It’s never a wrong decision to end with thanks to all who helped me make all the decisions going into the creation of this post and — of course! — YOU.

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Categories: personal growth, photojournalism | Tags: , , , , , , , | 24 Comments

Day 2080: Negative filter

After filtering the positive and the negative for two thousand and eighty consecutive days here at The Year(s) of Living Non-Judgmentally, I’m amazed that I haven’t written about the common cognitive distortion of Negative Filter before today.

Negative filtering (also known as “Disqualifying the positive”).
This is when we focus on the negative, and filter out all positive aspects of a situation. For example, you get a good review at work with one critical comment, and the criticism becomes the focus, with the positive feedback fading or forgotten. You dismiss positives by explaining them away — for example, responding to a compliment with the thought, “They were just being nice.”

Why do people disqualify the positive?  Why do we focus on the negative?  When I try to filter through experience and answer those questions, my best guess is that the negative gets our attention because our survival has depended on our being hyper aware of danger and fixating on problems until we solve them.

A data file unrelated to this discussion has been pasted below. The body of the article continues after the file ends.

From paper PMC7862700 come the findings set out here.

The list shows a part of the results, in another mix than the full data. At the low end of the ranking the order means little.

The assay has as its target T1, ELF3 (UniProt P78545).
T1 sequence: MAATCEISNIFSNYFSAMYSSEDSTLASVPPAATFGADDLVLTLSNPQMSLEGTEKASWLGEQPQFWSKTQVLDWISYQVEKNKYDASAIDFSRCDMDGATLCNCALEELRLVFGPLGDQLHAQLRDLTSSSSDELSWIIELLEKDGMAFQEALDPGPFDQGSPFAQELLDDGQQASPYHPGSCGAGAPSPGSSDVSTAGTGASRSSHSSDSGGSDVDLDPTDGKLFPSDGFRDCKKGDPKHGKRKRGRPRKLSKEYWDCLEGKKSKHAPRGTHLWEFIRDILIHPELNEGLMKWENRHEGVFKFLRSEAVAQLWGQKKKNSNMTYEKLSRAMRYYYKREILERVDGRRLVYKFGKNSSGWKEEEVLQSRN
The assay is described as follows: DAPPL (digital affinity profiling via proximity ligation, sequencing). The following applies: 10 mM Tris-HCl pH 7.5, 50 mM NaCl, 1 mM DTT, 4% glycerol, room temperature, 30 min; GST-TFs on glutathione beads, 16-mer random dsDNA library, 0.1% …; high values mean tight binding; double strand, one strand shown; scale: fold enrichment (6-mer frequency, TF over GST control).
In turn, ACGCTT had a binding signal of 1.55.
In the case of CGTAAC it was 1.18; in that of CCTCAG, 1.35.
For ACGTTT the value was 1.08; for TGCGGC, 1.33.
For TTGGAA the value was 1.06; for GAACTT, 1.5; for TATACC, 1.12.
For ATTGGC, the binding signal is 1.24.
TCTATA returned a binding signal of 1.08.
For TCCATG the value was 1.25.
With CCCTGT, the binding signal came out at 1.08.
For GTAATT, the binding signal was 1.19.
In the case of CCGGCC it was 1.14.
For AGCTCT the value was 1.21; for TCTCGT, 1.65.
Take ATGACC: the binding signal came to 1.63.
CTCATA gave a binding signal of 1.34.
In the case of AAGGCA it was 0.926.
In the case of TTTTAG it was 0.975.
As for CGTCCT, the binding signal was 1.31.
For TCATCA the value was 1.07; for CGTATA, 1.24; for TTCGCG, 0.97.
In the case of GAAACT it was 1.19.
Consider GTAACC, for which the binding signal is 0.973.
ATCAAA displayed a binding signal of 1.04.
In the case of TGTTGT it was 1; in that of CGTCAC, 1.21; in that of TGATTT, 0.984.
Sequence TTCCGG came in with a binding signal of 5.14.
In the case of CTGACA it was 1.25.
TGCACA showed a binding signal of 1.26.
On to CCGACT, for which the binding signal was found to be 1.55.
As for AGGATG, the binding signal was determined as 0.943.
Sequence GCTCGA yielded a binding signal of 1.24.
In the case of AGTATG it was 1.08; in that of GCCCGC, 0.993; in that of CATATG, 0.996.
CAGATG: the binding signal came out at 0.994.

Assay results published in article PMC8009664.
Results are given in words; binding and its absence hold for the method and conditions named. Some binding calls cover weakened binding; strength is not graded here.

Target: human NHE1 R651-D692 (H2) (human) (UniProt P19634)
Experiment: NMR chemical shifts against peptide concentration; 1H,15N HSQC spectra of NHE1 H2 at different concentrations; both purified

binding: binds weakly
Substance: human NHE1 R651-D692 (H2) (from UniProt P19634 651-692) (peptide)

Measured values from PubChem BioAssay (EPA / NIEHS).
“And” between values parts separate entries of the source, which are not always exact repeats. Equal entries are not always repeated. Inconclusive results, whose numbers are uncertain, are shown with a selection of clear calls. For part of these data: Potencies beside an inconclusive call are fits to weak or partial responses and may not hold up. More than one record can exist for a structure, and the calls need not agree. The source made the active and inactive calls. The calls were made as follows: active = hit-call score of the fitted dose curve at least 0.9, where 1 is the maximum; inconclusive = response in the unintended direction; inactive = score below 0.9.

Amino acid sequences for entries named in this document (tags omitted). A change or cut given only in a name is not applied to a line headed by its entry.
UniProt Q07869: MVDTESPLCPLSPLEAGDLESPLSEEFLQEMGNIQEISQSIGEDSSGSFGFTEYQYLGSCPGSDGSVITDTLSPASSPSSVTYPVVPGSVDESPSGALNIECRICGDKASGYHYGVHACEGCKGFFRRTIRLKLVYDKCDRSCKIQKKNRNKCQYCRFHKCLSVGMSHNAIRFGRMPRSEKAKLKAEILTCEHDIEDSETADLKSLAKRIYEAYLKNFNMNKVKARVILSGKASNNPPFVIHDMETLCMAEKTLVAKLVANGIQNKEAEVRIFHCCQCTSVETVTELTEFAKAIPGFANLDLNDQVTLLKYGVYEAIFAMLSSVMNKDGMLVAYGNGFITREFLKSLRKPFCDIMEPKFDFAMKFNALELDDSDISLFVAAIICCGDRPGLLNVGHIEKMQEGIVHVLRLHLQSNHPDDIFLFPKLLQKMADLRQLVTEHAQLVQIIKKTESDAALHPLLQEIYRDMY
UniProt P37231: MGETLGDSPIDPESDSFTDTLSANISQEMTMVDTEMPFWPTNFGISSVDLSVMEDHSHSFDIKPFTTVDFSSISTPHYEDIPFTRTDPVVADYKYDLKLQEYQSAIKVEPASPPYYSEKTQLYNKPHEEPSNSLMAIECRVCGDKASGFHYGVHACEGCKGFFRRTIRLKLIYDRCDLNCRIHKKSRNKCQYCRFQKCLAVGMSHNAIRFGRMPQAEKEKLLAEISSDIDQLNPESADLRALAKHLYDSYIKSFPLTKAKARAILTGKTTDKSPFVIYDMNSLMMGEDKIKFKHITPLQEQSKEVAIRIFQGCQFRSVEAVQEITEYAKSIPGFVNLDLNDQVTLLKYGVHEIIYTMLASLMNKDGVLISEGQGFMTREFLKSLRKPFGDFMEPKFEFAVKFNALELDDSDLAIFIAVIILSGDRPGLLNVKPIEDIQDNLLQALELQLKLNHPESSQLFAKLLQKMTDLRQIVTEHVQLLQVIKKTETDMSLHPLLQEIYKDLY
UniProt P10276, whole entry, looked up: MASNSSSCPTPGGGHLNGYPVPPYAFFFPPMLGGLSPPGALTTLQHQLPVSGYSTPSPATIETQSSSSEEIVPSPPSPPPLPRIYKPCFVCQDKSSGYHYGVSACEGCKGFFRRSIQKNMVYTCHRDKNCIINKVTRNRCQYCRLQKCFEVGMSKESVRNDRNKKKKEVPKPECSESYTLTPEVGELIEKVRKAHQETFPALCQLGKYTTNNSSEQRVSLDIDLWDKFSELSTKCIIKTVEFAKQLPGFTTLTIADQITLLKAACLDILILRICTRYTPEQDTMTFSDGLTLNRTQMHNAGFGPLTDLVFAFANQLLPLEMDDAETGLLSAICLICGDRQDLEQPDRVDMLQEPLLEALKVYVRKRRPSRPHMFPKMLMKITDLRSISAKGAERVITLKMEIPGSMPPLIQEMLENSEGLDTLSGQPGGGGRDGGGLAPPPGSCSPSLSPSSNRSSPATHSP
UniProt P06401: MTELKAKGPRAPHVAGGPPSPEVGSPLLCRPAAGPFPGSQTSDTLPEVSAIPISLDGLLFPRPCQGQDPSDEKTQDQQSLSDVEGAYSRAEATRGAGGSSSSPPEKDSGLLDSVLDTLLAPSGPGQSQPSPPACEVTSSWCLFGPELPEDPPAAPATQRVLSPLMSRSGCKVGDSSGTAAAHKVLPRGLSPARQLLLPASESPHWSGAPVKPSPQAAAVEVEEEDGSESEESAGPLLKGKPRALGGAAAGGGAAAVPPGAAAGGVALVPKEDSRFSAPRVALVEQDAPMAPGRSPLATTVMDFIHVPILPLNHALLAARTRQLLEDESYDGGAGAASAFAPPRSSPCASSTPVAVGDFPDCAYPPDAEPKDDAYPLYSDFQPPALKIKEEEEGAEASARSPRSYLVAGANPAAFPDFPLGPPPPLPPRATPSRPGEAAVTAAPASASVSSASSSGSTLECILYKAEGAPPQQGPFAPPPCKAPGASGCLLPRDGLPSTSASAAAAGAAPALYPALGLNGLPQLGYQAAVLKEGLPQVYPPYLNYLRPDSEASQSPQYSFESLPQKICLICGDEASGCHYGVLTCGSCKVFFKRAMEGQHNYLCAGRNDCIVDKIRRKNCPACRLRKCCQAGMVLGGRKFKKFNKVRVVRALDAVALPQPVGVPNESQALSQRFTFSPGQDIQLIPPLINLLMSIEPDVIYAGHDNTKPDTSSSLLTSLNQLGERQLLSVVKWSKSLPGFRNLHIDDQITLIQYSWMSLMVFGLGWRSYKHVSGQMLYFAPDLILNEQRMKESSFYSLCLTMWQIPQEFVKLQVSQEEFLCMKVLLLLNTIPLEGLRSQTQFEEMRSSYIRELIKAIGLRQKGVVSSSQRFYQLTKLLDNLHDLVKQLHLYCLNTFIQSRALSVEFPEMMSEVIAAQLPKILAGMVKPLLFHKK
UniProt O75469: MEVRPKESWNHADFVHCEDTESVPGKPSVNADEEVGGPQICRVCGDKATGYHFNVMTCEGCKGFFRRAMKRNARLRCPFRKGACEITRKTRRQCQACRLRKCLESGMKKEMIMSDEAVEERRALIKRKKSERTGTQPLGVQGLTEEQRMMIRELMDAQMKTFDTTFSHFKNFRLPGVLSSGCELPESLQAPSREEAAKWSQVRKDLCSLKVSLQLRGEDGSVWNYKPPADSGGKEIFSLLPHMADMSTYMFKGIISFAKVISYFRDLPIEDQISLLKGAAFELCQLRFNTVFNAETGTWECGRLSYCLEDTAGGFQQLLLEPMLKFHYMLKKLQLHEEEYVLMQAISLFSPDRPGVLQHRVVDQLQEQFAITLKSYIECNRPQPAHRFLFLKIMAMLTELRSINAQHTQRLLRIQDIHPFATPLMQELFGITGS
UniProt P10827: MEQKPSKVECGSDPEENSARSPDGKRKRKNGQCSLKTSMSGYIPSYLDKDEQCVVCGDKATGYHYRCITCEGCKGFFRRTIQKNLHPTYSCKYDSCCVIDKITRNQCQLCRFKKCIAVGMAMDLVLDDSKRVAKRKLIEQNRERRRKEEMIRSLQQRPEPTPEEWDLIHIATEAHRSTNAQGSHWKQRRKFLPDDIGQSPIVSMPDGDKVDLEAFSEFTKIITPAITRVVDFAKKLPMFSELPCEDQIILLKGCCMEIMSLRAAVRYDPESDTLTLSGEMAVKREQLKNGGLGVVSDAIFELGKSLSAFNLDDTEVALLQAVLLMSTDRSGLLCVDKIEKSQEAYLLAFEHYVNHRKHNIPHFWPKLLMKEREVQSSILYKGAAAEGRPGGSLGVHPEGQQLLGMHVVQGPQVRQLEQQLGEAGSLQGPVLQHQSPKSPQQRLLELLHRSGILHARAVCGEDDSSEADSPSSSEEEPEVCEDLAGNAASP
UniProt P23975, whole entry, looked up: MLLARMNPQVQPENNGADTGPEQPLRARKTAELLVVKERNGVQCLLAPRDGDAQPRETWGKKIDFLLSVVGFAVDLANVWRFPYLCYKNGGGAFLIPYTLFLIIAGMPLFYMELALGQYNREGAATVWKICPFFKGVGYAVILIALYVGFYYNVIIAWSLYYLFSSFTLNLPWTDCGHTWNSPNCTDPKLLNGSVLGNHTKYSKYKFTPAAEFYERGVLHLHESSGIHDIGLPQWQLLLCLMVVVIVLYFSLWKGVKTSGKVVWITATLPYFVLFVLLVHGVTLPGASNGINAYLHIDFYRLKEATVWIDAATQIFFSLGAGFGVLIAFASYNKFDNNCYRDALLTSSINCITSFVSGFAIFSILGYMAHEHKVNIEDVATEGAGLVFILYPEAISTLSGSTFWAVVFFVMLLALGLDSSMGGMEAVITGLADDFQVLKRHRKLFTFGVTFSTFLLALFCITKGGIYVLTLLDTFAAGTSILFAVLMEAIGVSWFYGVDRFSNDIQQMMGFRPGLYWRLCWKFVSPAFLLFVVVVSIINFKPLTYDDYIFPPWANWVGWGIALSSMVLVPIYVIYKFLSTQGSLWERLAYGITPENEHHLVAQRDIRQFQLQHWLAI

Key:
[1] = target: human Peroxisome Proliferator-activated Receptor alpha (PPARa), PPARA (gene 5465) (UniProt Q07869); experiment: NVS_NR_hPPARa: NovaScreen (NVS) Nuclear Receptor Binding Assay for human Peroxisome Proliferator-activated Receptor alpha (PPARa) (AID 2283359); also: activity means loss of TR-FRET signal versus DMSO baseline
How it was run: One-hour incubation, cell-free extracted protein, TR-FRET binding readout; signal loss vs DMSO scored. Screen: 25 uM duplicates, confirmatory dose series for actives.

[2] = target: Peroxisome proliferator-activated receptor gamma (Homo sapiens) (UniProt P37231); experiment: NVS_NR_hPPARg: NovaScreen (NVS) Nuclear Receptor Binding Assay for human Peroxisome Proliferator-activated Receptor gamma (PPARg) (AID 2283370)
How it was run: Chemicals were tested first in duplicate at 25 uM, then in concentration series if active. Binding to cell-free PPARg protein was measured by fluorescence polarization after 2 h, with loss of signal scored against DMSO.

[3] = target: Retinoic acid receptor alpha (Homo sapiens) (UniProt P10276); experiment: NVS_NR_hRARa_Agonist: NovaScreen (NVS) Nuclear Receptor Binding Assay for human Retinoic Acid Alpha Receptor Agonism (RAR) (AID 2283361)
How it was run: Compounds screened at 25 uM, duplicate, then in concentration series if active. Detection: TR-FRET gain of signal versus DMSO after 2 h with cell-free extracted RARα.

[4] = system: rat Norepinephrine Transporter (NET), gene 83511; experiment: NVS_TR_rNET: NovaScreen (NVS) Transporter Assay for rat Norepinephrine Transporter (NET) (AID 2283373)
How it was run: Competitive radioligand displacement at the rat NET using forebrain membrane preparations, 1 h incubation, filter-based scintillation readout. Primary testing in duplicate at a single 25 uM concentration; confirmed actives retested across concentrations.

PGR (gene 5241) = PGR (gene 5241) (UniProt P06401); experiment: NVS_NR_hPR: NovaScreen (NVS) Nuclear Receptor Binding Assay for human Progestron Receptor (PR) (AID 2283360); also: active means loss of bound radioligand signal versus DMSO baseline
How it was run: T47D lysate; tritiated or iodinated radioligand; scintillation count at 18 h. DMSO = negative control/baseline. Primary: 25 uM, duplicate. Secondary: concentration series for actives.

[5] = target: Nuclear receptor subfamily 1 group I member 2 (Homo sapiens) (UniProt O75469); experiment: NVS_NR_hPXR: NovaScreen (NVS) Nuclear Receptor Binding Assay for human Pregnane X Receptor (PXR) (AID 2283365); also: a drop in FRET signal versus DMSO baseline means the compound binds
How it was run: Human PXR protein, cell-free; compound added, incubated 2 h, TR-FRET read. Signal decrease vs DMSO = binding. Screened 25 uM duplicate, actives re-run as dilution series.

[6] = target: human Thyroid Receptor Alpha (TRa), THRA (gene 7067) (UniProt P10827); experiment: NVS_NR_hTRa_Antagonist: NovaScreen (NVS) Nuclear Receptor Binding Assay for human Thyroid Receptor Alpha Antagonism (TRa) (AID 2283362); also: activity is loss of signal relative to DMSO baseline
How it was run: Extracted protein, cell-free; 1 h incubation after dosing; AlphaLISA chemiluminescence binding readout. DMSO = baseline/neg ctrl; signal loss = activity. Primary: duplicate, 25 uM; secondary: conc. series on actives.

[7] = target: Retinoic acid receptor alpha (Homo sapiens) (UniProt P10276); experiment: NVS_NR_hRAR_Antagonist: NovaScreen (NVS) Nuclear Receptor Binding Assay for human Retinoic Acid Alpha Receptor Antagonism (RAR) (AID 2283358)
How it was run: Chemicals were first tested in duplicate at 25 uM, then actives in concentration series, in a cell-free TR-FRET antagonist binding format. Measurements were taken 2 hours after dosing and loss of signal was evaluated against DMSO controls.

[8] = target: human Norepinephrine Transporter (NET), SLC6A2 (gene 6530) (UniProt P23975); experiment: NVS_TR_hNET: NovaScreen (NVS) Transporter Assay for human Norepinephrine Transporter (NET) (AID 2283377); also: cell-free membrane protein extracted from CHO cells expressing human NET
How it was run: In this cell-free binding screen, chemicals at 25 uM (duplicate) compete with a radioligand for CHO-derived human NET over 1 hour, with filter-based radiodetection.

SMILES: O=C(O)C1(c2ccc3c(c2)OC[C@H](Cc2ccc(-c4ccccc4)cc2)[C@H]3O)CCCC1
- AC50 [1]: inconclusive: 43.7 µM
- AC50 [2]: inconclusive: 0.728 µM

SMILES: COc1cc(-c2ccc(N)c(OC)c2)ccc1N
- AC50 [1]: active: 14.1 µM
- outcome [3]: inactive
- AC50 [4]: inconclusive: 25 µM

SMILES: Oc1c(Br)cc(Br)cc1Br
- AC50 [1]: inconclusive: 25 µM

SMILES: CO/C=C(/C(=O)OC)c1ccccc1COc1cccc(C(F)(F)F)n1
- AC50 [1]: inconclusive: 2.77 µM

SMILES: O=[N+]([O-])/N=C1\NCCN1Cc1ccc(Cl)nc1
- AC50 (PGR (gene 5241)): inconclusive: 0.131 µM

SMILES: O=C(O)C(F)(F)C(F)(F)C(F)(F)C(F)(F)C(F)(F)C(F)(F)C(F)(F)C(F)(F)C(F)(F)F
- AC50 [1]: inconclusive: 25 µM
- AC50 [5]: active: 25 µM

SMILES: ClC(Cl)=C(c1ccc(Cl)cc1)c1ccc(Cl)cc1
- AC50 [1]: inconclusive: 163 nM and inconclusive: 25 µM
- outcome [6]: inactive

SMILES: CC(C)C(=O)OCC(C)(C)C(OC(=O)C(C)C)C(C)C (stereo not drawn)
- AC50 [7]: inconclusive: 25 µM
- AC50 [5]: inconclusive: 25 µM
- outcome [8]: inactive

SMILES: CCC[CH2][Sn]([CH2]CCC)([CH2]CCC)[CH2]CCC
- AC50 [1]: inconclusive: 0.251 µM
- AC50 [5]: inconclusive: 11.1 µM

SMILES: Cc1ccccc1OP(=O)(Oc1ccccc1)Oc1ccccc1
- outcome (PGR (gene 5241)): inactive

However, negative filter can lead to depression, hopelessness, and an inability to enjoy the positive.

How can we filter our experiences more effectively, letting in the positive AND the negative? And how can we deal with all the information around us, which can clog up our filters?

As usual, I don’t have all the answers but I do have lots of questions, like what kind of filters do you see in my recent photos?

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Let things come to you, but please don’t filter out the positive.

Last night, when I was working on letting go of my own negative filter, I positively  and completely enjoyed this tap routine on the season finale of So You Think You Can Dance (if you want to filter everything else out, the dancing starts at 2:30):

 

Gratitude helps clean out the filter, so thanks to Evan DeBenedetto, Lex Ishimoto,  choreographer Anthony Morigerato, everyone else who helped me filter through recent experiences to create today’s post and — of course! — YOU.

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Categories: cognitive behavioral therapy, personal growth, photojournalism | Tags: , , , , , , , , , | 13 Comments

Day 2076: So you think you can … ?

So you think you can read another one of my posts today?

So I think I can …

  • write another daily post this morning,
  • facilitate another therapy group today,
  • sing another original song at an Open Mic this evening, and
  • see the dancers from So You Think You Can Dance on tour in October.